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This question already has an answer here:

I want to write a function that would tell me if stdin buffer is empty. So, here's the code:

int buff_empty()
{
    char buffer[3];
    fgets(buffer, 3, stdin);
    if(strlen(buffer) > 1) return 0;
    return 1;
}

but the problem is - I don't want fgets() to wait for my input. I'm using my own function to read, for example, an integer, and then check with this func is buffer empty (was more than one number put) or not.

Function works well, but when I read a number (read function reads just to white space, just like scanf()), it waits for one breakline(Enter?) more. Is there any way to solve it?

Thanks in advance!

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marked as duplicate by Joachim Pileborg, Klas Lindbäck, Joseph Quinsey, woolstar, iandotkelly Jan 11 '14 at 0:08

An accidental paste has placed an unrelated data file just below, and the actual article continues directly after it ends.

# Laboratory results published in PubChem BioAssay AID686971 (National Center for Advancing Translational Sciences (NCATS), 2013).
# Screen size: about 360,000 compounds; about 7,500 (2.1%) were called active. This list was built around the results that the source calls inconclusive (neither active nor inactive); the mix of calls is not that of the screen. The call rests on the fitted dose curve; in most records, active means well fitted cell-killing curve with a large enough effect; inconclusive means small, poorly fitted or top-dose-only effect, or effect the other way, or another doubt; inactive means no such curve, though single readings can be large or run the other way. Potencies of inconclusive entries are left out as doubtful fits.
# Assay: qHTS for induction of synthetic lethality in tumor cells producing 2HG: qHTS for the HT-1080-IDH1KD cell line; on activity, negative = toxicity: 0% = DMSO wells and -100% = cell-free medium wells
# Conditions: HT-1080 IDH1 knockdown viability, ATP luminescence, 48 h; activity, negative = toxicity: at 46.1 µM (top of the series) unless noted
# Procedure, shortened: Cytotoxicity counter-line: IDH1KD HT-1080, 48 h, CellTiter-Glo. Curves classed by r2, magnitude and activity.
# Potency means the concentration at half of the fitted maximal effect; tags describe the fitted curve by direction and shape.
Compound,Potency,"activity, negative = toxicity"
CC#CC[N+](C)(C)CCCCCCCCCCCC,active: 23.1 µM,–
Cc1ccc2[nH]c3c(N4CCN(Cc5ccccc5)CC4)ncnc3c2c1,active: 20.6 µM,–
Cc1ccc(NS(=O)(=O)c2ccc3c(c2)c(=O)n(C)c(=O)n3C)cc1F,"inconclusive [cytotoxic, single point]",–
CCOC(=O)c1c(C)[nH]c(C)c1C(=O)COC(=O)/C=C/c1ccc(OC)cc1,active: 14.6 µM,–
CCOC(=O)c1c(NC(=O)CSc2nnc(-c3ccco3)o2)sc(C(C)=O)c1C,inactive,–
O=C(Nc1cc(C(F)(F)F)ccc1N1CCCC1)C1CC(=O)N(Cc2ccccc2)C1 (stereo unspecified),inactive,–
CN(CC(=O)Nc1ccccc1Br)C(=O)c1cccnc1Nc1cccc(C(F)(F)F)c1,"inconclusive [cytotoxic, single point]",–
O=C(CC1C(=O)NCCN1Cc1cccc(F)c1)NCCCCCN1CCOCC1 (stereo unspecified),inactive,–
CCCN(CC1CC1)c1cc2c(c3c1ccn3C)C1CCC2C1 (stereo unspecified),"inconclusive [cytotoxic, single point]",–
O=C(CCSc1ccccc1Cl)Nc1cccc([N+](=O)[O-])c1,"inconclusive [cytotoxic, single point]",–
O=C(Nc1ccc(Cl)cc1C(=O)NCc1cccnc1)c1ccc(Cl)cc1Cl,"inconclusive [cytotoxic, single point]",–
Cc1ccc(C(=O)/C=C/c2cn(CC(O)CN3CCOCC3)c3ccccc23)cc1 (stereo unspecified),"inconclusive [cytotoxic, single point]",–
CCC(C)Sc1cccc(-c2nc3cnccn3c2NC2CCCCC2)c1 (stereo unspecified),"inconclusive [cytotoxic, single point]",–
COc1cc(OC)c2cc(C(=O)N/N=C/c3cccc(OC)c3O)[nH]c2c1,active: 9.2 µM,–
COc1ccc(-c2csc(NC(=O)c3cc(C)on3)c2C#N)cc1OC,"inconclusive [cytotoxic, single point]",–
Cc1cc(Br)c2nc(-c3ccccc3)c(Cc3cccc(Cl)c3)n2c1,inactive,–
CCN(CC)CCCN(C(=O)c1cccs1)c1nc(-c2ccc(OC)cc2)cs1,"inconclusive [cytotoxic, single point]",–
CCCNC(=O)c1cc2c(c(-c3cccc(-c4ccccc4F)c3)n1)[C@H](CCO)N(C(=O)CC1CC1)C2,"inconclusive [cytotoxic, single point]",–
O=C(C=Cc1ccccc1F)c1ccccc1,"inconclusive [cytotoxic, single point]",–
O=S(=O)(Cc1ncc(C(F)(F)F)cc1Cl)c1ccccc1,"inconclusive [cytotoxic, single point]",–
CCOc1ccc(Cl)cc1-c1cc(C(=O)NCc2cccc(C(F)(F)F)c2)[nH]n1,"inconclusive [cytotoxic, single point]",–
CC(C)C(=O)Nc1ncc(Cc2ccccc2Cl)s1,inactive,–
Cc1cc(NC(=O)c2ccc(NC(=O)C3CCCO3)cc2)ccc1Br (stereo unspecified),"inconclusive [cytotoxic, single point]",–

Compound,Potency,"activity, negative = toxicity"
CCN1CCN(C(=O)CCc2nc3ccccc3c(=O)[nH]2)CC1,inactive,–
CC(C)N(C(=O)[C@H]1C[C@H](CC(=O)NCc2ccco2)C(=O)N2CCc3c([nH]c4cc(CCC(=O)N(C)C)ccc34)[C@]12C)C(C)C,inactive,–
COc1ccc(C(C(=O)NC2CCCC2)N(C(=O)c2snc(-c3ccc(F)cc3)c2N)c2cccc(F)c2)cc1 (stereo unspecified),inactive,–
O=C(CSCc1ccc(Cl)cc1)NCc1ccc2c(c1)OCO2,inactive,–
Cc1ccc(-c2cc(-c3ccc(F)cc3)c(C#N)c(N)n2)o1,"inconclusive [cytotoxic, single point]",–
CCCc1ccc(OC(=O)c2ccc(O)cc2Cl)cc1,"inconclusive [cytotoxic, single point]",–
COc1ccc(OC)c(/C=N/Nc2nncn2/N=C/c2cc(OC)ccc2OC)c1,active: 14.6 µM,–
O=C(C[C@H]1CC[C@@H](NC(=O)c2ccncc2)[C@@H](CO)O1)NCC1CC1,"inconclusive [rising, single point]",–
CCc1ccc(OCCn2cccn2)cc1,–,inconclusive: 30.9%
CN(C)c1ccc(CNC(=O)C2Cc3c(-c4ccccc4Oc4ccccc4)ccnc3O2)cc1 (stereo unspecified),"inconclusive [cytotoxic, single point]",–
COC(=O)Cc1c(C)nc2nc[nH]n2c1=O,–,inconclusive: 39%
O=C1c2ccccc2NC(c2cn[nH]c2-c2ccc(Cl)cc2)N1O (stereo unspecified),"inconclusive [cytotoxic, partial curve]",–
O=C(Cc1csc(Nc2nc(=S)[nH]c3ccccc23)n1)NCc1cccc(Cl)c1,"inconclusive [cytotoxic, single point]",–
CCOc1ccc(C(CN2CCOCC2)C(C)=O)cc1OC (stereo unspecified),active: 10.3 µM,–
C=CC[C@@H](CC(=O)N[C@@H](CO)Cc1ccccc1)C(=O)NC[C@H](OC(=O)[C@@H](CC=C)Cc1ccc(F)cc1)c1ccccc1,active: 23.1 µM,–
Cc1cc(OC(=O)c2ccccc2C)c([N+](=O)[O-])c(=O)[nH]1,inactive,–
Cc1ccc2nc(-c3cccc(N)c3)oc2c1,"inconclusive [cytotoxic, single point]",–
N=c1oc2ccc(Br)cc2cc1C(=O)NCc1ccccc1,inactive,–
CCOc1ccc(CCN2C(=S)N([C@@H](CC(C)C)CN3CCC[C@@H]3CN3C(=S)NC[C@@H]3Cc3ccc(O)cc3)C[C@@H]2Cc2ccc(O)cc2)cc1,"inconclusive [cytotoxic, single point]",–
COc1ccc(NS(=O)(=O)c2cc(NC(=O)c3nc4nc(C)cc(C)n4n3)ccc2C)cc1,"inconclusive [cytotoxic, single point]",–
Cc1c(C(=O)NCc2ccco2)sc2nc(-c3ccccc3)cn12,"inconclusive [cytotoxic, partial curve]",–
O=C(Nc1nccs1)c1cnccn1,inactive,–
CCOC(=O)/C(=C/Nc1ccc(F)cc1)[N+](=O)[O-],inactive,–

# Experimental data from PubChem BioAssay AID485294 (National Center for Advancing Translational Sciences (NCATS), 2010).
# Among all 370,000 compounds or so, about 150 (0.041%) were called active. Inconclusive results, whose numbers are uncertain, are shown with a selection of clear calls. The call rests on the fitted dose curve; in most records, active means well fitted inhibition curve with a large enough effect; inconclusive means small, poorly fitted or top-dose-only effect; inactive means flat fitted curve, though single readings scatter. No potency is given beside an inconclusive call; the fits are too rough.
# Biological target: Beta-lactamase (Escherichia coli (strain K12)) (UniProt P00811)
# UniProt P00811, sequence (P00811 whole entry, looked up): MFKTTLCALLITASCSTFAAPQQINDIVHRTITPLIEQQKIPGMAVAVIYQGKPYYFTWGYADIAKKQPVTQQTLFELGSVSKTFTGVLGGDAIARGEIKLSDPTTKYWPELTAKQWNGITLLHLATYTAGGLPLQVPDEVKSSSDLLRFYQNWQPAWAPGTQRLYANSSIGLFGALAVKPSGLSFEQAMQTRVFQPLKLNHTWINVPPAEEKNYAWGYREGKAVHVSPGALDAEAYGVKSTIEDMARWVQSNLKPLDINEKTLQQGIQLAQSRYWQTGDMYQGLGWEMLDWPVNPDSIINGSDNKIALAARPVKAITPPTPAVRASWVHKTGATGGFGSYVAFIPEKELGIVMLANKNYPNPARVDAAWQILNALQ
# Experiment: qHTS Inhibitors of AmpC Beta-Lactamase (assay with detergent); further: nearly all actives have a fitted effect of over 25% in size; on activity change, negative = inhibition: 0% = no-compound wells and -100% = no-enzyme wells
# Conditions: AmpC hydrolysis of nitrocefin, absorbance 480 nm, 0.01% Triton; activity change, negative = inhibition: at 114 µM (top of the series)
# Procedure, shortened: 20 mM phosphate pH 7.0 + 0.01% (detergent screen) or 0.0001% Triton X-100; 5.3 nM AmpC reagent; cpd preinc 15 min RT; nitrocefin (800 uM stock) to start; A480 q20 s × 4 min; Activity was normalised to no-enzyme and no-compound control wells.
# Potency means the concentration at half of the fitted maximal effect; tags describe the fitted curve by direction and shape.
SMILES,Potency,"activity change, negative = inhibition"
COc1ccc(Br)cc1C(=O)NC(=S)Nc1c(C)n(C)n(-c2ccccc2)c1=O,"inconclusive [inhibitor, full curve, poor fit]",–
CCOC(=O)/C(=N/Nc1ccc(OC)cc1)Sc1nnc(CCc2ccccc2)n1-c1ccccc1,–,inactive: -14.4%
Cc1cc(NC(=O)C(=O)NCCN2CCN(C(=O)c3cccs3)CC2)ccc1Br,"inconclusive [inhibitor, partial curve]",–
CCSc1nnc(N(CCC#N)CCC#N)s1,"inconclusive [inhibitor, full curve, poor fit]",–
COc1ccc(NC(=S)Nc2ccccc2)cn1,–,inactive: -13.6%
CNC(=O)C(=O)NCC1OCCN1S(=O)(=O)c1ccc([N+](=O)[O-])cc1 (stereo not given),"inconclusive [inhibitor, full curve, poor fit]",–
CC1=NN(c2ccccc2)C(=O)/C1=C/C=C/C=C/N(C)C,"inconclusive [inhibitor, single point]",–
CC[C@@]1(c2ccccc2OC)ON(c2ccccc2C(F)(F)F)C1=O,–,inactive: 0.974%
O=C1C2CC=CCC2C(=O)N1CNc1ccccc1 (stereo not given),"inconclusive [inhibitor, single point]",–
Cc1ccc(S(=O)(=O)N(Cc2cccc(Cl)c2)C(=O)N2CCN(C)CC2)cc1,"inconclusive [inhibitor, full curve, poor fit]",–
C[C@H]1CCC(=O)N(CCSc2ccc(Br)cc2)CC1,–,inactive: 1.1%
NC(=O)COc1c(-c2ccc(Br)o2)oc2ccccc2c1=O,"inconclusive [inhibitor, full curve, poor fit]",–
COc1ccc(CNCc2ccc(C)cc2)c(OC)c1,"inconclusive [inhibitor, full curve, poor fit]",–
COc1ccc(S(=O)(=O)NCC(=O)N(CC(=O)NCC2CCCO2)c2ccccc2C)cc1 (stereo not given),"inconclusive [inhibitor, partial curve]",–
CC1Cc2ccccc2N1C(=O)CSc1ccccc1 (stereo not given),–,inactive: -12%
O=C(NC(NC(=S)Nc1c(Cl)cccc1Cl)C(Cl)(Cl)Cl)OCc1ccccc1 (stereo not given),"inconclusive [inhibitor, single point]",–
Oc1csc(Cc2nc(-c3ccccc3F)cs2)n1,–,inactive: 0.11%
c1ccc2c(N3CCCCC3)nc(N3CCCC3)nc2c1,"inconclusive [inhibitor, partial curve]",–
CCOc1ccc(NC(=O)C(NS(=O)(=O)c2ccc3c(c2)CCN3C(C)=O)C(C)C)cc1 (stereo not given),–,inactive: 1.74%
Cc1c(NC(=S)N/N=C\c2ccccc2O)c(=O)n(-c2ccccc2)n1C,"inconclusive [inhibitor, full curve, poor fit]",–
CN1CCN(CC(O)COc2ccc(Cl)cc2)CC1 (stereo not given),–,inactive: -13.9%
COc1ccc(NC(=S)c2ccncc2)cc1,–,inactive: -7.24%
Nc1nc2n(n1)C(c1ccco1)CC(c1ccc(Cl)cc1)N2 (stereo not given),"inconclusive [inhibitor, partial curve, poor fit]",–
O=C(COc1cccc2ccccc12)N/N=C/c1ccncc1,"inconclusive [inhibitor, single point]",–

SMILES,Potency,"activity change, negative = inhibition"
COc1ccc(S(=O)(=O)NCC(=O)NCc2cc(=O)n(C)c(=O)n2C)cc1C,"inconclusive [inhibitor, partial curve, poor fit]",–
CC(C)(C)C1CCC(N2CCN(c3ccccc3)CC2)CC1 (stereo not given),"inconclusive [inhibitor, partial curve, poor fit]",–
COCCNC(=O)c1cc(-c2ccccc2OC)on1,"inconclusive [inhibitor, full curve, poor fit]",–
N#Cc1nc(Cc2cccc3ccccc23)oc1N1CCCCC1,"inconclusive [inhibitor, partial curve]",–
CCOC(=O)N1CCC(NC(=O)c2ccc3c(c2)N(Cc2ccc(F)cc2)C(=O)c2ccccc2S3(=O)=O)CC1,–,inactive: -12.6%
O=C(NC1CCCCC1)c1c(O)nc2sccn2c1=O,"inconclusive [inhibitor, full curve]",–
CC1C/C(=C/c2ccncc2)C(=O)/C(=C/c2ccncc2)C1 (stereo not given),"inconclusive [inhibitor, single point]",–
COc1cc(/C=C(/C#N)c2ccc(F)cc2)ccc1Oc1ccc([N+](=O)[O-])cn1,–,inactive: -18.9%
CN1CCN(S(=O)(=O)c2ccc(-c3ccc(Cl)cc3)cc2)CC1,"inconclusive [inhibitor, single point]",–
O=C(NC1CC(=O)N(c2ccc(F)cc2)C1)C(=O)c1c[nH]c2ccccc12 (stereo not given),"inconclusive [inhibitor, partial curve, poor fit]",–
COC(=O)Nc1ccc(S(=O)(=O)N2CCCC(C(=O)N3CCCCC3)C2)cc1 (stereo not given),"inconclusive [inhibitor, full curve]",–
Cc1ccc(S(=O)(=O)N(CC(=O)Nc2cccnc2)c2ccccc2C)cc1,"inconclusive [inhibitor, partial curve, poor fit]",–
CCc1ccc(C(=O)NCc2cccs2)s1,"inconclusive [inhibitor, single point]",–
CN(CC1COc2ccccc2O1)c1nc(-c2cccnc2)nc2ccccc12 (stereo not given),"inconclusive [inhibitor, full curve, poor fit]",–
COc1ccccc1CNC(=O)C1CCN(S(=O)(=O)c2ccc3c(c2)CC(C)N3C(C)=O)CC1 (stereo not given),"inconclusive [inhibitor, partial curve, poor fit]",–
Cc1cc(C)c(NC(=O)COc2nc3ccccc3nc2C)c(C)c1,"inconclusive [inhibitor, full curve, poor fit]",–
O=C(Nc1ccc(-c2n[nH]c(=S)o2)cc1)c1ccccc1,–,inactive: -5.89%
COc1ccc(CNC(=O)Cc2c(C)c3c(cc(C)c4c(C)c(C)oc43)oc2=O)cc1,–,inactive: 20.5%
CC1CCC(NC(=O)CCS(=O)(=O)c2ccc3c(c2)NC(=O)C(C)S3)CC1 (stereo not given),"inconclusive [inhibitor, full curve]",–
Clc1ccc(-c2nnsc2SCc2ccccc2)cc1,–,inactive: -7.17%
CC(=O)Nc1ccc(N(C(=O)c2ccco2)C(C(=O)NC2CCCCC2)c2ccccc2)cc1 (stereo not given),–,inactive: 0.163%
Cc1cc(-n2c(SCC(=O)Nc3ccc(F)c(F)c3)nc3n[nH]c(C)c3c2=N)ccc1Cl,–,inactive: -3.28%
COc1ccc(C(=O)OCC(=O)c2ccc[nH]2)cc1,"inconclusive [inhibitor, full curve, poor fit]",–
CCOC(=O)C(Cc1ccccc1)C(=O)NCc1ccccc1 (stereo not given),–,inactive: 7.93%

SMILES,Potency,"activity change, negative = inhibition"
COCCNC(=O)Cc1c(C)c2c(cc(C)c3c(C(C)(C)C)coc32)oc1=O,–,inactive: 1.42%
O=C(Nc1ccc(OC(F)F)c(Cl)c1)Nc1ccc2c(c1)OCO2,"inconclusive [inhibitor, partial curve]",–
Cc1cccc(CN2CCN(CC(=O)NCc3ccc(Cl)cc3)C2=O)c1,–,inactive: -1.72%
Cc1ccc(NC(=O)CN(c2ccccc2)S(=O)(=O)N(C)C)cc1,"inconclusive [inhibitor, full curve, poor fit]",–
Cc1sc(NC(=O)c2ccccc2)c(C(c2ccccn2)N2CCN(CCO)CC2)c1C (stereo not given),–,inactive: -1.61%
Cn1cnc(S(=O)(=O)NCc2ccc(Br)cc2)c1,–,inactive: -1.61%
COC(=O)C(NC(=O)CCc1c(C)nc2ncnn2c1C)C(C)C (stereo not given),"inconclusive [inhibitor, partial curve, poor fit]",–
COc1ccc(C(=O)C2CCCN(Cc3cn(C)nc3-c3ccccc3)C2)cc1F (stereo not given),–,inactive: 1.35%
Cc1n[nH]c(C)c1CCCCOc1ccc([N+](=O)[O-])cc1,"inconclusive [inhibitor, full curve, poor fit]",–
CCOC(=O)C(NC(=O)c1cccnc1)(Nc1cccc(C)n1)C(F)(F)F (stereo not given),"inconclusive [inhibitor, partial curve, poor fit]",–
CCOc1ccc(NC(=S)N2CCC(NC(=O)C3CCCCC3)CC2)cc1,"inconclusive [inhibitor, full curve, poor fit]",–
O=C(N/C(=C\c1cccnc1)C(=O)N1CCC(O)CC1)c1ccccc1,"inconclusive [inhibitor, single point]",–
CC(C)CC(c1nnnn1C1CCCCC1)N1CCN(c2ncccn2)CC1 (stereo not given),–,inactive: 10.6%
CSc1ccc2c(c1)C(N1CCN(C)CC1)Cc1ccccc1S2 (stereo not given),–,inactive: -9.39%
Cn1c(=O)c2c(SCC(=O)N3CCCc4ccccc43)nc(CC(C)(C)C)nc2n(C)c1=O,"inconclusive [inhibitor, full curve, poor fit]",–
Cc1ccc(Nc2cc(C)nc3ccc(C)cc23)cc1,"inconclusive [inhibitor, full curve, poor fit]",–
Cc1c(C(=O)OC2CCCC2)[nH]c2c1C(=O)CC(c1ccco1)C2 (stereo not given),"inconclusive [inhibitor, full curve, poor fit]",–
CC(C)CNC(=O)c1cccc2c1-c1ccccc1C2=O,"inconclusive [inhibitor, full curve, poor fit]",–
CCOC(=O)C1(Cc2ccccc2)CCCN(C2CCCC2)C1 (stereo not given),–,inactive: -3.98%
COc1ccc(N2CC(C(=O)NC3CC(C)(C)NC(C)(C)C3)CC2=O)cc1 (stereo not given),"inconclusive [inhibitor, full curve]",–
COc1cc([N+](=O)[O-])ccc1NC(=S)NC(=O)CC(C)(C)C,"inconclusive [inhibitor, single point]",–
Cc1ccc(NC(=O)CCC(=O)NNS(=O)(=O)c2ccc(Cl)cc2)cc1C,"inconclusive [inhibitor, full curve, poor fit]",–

This question was marked as an exact duplicate of an existing question.

    
So, is there any way to put a breakline to stdin via code? That would work aswell, as fgets() waits for my input. – Samik Jan 10 '14 at 12:22

Part of the problem is that you are kind of asking the program to read your mind. When it reads (or tries to read) from the input, and there's nothing there, how does it tell the difference between there being no more input and the input just hasn't been entered yet?

The normal solution is to put the input into a separate file, and look for the end-of-file to tell when there is no more input. So when the program tries to read the next number, it hits the end of file and knows that there isn't any more input.

Try reading up on the feof() function, or the possible return values of fgets().

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